Concept Analysis Essay

1230 Words5 Pages
Concept Analysis Assignment
Grand Canyon University
Theoretical Foundations for Nursing Roles and Practice
NUR 502
Ms. Maria Mendez
June 13, 2013

Concept Analysis Assignment
Today’s nursing profession encompasses a variety of specialties and disciplines that demonstrate a wide range of phenomena. According to McEwin and Willis, in clinical practice, those phenomenon that are frequently seen aid advanced practice nurses in developing interventions and clinical protocols because they are said to be stable and reliable components of the practical nursing experience (McEwin & Willis, 2011, p. 47). The observed phenomena may or may not have had research studies associated with them in the past to concretely define them, and
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123). There are numerous approaches of creating meaning for concepts based on literature review, academic critique, and providing precise operational definition of said concepts (McEwin & Willis, 2011). Walker and Avant developed the concept analysis approach selected in this article in 1983, which is a concept analysis method based upon Wilson’s method from the 1960’s (McEwin & Willis, 2011). Walker and Avant’s method “provides a systematic approach to analyze relatively new concepts” (Bruggemann et al., 2012, p. 124), and is comprised of three different processes: concept analysis, concept synthesis, and concept derivation (McEwin & Willis, 2011, p. 54). The concept analysis process is broken down into eight different steps that will allow defined terms to be presented in a common language (McEwin & Willis, 2011, pg. 54, para. 2). Additionally, the concept synthesis process is utilized when concepts need to be developed further and can be broken down into three subcategories: qualitative synthesis, quantitative synthesis, and literary synthesis (McEwin & Willis, 2011, pg. 54, para. 3). Furthermore, the concept derivation process is useful when generating innovative ways of thinking about an occurrence when few concepts are available and is comprised of a four-step design (McEwin & Willis, 2011, pg. 55, para. 1).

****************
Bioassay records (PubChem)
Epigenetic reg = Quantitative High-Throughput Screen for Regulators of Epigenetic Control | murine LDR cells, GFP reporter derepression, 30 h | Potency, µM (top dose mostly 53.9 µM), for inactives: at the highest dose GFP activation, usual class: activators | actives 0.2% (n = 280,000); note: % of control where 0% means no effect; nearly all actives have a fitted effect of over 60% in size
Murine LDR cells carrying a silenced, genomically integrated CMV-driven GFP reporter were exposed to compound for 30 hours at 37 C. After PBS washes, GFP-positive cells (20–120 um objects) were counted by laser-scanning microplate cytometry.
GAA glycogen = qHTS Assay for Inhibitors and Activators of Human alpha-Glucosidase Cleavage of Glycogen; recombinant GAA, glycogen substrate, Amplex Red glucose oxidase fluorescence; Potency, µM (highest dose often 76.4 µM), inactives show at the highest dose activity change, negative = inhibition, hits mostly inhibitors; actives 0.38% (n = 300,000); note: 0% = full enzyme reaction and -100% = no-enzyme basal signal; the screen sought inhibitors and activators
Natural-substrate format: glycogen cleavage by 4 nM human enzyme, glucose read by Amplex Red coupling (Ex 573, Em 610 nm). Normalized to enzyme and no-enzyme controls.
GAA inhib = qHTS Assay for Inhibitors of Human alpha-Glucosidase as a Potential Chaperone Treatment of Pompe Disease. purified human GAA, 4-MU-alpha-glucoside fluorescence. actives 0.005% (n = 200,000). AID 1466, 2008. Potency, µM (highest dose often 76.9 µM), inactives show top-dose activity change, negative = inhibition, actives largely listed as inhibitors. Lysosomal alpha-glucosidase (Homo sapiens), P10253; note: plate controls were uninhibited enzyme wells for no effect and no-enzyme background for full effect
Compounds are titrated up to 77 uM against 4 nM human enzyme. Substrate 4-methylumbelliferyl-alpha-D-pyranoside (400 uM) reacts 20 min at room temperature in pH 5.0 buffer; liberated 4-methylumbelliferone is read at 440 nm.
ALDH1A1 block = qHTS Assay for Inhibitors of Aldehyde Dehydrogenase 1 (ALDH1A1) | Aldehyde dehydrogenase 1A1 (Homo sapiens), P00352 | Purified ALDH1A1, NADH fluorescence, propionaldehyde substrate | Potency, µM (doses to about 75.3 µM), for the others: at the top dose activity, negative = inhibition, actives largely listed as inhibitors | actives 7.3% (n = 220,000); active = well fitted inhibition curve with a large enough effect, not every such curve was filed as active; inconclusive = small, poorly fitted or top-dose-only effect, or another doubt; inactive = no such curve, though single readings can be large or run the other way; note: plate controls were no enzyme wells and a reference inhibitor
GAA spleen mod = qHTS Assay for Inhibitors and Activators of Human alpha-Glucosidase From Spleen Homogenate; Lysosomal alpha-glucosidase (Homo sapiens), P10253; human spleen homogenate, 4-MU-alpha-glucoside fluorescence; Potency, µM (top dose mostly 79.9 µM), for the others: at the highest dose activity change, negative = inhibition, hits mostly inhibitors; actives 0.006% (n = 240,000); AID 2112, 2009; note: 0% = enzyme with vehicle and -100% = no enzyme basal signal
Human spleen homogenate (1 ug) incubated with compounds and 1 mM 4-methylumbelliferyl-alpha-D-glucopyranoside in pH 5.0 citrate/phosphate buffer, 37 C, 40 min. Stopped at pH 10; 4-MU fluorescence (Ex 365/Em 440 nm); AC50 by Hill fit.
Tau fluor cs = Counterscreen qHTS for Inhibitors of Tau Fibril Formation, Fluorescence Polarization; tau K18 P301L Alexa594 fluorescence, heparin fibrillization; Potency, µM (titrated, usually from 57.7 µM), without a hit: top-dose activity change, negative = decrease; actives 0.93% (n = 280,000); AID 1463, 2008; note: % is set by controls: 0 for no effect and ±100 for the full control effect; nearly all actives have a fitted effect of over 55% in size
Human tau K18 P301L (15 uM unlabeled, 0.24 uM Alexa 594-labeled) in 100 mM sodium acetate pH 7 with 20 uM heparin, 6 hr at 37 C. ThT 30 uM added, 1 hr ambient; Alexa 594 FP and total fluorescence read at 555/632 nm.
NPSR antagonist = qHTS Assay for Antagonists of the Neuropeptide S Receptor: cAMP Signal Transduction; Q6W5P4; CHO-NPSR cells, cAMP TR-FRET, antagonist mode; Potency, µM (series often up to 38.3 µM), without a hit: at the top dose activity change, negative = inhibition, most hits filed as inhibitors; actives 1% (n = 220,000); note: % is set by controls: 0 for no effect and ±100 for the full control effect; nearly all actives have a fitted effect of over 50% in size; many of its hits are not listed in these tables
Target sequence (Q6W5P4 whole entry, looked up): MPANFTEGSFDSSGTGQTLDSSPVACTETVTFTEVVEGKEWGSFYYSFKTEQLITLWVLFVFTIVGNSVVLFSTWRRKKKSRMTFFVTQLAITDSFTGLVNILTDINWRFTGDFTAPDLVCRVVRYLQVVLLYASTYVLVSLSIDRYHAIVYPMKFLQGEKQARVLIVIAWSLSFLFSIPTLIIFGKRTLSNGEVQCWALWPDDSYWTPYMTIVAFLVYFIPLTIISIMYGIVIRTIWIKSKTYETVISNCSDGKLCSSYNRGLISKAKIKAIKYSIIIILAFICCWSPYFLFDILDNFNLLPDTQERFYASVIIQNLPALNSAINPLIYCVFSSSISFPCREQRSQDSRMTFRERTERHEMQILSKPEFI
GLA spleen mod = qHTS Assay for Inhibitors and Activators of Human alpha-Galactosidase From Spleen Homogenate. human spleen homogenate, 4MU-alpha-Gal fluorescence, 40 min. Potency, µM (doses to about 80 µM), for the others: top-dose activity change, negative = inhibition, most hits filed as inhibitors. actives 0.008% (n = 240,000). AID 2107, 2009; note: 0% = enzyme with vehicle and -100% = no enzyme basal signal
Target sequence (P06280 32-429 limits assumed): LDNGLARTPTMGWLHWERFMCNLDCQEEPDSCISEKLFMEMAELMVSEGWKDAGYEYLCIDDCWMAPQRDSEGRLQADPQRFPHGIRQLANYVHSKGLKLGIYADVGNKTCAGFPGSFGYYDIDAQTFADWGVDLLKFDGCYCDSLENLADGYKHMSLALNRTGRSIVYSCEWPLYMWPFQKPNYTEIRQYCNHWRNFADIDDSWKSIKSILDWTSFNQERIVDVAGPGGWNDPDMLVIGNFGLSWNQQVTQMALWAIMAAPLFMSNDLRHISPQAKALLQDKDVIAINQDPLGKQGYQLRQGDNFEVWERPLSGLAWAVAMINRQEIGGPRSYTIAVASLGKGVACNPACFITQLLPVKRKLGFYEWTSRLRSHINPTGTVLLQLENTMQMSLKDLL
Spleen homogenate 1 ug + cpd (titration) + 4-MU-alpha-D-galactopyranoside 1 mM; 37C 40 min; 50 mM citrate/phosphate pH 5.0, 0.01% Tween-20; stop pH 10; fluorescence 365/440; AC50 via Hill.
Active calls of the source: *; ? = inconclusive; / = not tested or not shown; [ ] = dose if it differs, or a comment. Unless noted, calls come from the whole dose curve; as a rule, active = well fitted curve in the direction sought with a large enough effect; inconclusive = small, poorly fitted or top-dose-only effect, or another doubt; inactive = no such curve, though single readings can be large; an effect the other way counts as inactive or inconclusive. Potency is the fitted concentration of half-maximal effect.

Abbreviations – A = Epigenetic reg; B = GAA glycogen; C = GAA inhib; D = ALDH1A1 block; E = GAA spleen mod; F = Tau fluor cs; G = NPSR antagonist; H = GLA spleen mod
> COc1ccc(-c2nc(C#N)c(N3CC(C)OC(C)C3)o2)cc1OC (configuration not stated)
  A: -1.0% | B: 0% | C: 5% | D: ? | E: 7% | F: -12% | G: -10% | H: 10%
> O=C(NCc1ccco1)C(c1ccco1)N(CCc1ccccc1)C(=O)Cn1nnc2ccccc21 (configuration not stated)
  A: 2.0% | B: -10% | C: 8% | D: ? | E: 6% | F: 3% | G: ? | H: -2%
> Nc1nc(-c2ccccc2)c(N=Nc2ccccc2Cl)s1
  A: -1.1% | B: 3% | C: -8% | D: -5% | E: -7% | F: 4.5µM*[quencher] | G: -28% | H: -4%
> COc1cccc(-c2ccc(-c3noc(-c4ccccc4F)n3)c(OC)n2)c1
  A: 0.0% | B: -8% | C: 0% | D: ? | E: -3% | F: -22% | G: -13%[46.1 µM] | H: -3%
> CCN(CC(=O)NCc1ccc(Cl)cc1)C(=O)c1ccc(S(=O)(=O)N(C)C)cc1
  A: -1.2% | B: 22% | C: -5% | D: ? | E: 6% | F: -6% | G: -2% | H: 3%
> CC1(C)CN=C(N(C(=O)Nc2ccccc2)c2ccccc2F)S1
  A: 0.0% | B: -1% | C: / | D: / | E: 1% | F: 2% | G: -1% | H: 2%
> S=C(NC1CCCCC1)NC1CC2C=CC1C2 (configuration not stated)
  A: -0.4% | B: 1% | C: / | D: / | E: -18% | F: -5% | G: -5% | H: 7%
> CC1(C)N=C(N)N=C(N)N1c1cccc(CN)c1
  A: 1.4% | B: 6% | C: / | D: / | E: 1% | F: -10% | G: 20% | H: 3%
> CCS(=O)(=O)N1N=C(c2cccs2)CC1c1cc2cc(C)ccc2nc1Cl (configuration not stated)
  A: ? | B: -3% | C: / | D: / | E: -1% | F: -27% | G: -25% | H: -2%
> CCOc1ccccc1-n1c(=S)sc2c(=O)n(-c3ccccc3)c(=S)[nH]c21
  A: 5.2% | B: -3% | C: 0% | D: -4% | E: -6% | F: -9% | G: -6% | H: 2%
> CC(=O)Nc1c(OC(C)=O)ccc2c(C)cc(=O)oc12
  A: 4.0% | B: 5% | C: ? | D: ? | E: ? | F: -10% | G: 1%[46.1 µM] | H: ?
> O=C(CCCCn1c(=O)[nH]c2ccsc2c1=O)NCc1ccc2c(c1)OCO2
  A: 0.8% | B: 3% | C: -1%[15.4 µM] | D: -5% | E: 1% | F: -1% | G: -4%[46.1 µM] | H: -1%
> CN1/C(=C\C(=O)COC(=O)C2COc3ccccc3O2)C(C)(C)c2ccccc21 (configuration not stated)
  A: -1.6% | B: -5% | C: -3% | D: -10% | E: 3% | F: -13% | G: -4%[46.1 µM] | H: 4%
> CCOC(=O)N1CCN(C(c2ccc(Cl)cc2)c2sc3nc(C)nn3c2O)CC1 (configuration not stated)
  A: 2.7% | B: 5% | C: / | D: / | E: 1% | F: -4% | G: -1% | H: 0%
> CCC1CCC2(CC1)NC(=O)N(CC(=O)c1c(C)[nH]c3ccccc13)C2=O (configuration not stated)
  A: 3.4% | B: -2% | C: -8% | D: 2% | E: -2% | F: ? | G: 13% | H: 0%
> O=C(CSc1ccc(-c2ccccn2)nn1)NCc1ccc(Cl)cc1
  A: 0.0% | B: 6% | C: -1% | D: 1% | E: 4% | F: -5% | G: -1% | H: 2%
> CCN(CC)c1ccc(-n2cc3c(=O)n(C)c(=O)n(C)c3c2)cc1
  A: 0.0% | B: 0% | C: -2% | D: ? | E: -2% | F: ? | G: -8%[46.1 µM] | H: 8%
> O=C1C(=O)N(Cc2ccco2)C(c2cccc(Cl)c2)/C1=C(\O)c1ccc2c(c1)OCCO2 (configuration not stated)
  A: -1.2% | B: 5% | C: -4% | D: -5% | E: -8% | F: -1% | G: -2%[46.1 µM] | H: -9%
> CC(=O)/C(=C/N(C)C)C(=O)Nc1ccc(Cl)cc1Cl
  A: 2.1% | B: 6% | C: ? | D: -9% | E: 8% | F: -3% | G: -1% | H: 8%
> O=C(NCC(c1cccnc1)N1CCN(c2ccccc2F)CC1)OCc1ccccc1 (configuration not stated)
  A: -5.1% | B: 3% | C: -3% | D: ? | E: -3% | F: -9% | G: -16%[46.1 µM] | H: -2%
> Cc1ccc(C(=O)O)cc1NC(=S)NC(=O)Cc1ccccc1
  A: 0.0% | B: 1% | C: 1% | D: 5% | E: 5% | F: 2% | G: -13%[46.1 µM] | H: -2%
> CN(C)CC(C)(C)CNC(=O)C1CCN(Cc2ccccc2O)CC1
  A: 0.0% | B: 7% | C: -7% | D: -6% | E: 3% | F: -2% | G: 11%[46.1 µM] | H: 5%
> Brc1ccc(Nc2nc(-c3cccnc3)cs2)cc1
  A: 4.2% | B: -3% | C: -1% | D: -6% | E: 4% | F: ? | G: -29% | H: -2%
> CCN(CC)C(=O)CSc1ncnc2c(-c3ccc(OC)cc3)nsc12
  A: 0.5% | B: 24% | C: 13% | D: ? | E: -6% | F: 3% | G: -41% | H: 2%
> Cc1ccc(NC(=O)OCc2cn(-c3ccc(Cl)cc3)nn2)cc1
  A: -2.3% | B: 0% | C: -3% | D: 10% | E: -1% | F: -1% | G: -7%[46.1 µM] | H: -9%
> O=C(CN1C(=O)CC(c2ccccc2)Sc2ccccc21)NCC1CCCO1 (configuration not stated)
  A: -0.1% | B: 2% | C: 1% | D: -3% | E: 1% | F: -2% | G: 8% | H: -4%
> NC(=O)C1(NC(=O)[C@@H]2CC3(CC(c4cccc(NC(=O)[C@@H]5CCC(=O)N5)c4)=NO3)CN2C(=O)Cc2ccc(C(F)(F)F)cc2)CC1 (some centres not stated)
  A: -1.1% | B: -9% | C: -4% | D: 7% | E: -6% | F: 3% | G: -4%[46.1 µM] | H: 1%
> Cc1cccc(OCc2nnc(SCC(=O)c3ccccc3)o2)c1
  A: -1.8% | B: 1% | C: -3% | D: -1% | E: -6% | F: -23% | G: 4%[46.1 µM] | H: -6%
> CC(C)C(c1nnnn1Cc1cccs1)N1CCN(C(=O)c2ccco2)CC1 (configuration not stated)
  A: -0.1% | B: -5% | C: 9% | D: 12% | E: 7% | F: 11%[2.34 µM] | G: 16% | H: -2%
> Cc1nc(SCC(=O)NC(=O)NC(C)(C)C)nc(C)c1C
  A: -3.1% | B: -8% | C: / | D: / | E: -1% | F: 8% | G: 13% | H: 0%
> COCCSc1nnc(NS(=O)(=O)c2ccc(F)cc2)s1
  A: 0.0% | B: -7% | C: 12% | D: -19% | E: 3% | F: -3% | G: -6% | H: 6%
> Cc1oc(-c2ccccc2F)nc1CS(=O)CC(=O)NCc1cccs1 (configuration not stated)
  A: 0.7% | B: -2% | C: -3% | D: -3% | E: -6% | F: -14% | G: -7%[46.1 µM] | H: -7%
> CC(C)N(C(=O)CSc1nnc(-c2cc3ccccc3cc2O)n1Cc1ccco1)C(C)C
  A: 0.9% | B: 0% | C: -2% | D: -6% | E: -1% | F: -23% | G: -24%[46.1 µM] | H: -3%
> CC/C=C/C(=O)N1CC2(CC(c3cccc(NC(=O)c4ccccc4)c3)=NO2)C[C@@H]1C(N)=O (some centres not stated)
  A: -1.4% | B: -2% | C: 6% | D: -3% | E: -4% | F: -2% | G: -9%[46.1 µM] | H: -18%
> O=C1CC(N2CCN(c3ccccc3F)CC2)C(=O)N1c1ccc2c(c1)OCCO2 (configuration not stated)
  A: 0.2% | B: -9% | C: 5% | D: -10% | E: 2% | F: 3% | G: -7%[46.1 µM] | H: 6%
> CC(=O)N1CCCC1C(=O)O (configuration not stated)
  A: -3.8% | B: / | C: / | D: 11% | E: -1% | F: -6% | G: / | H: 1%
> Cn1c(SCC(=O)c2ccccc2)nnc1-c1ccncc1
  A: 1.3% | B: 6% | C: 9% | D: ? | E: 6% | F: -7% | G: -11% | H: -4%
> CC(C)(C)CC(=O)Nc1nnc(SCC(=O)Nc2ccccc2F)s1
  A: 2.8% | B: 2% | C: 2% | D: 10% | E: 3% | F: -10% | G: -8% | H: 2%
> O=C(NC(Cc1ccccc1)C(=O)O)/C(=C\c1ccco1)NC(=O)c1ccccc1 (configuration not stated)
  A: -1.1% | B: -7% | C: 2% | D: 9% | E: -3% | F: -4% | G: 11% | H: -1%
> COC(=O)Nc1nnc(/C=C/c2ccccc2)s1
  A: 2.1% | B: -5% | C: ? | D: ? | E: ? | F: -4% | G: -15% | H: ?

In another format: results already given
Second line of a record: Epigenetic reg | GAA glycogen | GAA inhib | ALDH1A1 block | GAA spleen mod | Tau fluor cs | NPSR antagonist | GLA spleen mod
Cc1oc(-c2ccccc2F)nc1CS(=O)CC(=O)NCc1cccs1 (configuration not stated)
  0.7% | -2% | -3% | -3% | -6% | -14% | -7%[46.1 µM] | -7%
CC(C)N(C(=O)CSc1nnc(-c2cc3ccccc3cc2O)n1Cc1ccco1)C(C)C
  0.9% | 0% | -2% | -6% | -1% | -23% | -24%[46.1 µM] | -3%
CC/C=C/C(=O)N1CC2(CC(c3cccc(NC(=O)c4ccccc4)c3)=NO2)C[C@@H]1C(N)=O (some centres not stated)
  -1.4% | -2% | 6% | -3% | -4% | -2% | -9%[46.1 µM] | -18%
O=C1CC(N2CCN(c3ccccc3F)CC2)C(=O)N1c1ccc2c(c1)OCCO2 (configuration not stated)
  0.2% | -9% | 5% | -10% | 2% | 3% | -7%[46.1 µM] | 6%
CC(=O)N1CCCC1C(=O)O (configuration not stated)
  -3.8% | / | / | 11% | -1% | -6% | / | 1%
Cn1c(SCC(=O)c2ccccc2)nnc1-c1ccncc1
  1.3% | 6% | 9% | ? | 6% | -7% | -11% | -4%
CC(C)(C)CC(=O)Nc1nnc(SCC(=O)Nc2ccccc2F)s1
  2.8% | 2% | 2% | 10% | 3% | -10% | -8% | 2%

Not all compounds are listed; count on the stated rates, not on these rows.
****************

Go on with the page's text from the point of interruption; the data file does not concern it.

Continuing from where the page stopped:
As stated above, Walker and Avant’s process of concept analysis is described as an eight part process that
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